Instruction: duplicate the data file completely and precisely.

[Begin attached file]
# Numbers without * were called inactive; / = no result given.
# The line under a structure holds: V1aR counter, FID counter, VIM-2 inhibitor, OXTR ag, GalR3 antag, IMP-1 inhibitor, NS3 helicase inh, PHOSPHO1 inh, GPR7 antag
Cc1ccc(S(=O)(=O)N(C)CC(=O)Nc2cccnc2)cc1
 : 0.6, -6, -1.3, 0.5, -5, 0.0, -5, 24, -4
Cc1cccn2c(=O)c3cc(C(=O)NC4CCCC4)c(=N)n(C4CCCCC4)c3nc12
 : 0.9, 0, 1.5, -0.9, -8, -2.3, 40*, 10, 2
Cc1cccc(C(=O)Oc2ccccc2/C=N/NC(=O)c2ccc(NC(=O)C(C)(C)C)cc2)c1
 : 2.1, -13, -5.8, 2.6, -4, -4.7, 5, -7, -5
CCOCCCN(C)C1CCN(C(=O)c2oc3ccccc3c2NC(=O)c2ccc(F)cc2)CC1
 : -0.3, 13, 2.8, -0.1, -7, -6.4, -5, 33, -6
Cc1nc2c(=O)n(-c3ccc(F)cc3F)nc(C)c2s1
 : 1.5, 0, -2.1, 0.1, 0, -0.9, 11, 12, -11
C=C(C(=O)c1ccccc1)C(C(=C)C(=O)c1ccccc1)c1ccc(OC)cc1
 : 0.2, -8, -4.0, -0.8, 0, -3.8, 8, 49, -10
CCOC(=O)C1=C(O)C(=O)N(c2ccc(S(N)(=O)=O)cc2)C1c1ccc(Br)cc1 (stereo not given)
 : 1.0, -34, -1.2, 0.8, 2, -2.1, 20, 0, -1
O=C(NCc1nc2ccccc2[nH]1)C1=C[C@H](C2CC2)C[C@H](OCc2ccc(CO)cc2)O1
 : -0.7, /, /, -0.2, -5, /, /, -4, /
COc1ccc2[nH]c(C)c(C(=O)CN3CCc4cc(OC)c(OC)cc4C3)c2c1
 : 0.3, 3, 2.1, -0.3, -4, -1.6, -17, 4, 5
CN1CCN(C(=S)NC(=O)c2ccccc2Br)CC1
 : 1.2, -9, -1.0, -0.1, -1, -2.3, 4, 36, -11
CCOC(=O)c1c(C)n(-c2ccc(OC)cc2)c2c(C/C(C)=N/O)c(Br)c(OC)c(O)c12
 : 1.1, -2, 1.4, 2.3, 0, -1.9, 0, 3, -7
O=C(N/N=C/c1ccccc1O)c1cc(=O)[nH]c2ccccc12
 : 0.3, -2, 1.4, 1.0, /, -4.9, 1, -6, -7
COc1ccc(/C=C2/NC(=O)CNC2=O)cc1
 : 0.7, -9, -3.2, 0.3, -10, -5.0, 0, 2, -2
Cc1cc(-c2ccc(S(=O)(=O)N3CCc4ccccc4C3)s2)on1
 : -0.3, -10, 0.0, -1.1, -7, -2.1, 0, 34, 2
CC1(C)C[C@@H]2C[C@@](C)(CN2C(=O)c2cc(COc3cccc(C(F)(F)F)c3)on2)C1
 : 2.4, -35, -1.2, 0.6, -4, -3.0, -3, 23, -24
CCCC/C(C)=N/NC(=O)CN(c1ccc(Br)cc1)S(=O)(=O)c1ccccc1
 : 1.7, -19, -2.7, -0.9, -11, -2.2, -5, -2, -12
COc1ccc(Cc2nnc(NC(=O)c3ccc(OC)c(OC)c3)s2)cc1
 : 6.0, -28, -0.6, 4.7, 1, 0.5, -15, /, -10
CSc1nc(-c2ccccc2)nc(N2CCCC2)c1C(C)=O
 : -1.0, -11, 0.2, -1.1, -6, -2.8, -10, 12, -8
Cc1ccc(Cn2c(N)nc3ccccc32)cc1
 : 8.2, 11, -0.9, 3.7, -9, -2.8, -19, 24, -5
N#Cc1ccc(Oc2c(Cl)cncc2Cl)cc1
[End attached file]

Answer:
# Numbers without * were called inactive; / = no result given.
# The line under a structure holds: V1aR counter, FID counter, VIM-2 inhibitor, OXTR ag, GalR3 antag, IMP-1 inhibitor, NS3 helicase inh, PHOSPHO1 inh, GPR7 antag
Cc1ccc(S(=O)(=O)N(C)CC(=O)Nc2cccnc2)cc1
 : 0.6, -6, -1.3, 0.5, -5, 0.0, -5, 24, -4
Cc1cccn2c(=O)c3cc(C(=O)NC4CCCC4)c(=N)n(C4CCCCC4)c3nc12
 : 0.9, 0, 1.5, -0.9, -8, -2.3, 40*, 10, 2
Cc1cccc(C(=O)Oc2ccccc2/C=N/NC(=O)c2ccc(NC(=O)C(C)(C)C)cc2)c1
 : 2.1, -13, -5.8, 2.6, -4, -4.7, 5, -7, -5
CCOCCCN(C)C1CCN(C(=O)c2oc3ccccc3c2NC(=O)c2ccc(F)cc2)CC1
 : -0.3, 13, 2.8, -0.1, -7, -6.4, -5, 33, -6
Cc1nc2c(=O)n(-c3ccc(F)cc3F)nc(C)c2s1
 : 1.5, 0, -2.1, 0.1, 0, -0.9, 11, 12, -11
C=C(C(=O)c1ccccc1)C(C(=C)C(=O)c1ccccc1)c1ccc(OC)cc1
 : 0.2, -8, -4.0, -0.8, 0, -3.8, 8, 49, -10
CCOC(=O)C1=C(O)C(=O)N(c2ccc(S(N)(=O)=O)cc2)C1c1ccc(Br)cc1 (stereo not given)
 : 1.0, -34, -1.2, 0.8, 2, -2.1, 20, 0, -1
O=C(NCc1nc2ccccc2[nH]1)C1=C[C@H](C2CC2)C[C@H](OCc2ccc(CO)cc2)O1
 : -0.7, /, /, -0.2, -5, /, /, -4, /
COc1ccc2[nH]c(C)c(C(=O)CN3CCc4cc(OC)c(OC)cc4C3)c2c1
 : 0.3, 3, 2.1, -0.3, -4, -1.6, -17, 4, 5
CN1CCN(C(=S)NC(=O)c2ccccc2Br)CC1
 : 1.2, -9, -1.0, -0.1, -1, -2.3, 4, 36, -11
CCOC(=O)c1c(C)n(-c2ccc(OC)cc2)c2c(C/C(C)=N/O)c(Br)c(OC)c(O)c12
 : 1.1, -2, 1.4, 2.3, 0, -1.9, 0, 3, -7
O=C(N/N=C/c1ccccc1O)c1cc(=O)[nH]c2ccccc12
 : 0.3, -2, 1.4, 1.0, /, -4.9, 1, -6, -7
COc1ccc(/C=C2/NC(=O)CNC2=O)cc1
 : 0.7, -9, -3.2, 0.3, -10, -5.0, 0, 2, -2
Cc1cc(-c2ccc(S(=O)(=O)N3CCc4ccccc4C3)s2)on1
 : -0.3, -10, 0.0, -1.1, -7, -2.1, 0, 34, 2
CC1(C)C[C@@H]2C[C@@](C)(CN2C(=O)c2cc(COc3cccc(C(F)(F)F)c3)on2)C1
 : 2.4, -35, -1.2, 0.6, -4, -3.0, -3, 23, -24
CCCC/C(C)=N/NC(=O)CN(c1ccc(Br)cc1)S(=O)(=O)c1ccccc1
 : 1.7, -19, -2.7, -0.9, -11, -2.2, -5, -2, -12
COc1ccc(Cc2nnc(NC(=O)c3ccc(OC)c(OC)c3)s2)cc1
 : 6.0, -28, -0.6, 4.7, 1, 0.5, -15, /, -10
CSc1nc(-c2ccccc2)nc(N2CCCC2)c1C(C)=O
 : -1.0, -11, 0.2, -1.1, -6, -2.8, -10, 12, -8
Cc1ccc(Cn2c(N)nc3ccccc32)cc1
 : 8.2, 11, -0.9, 3.7, -9, -2.8, -19, 24, -5
N#Cc1ccc(Oc2c(Cl)cncc2Cl)cc1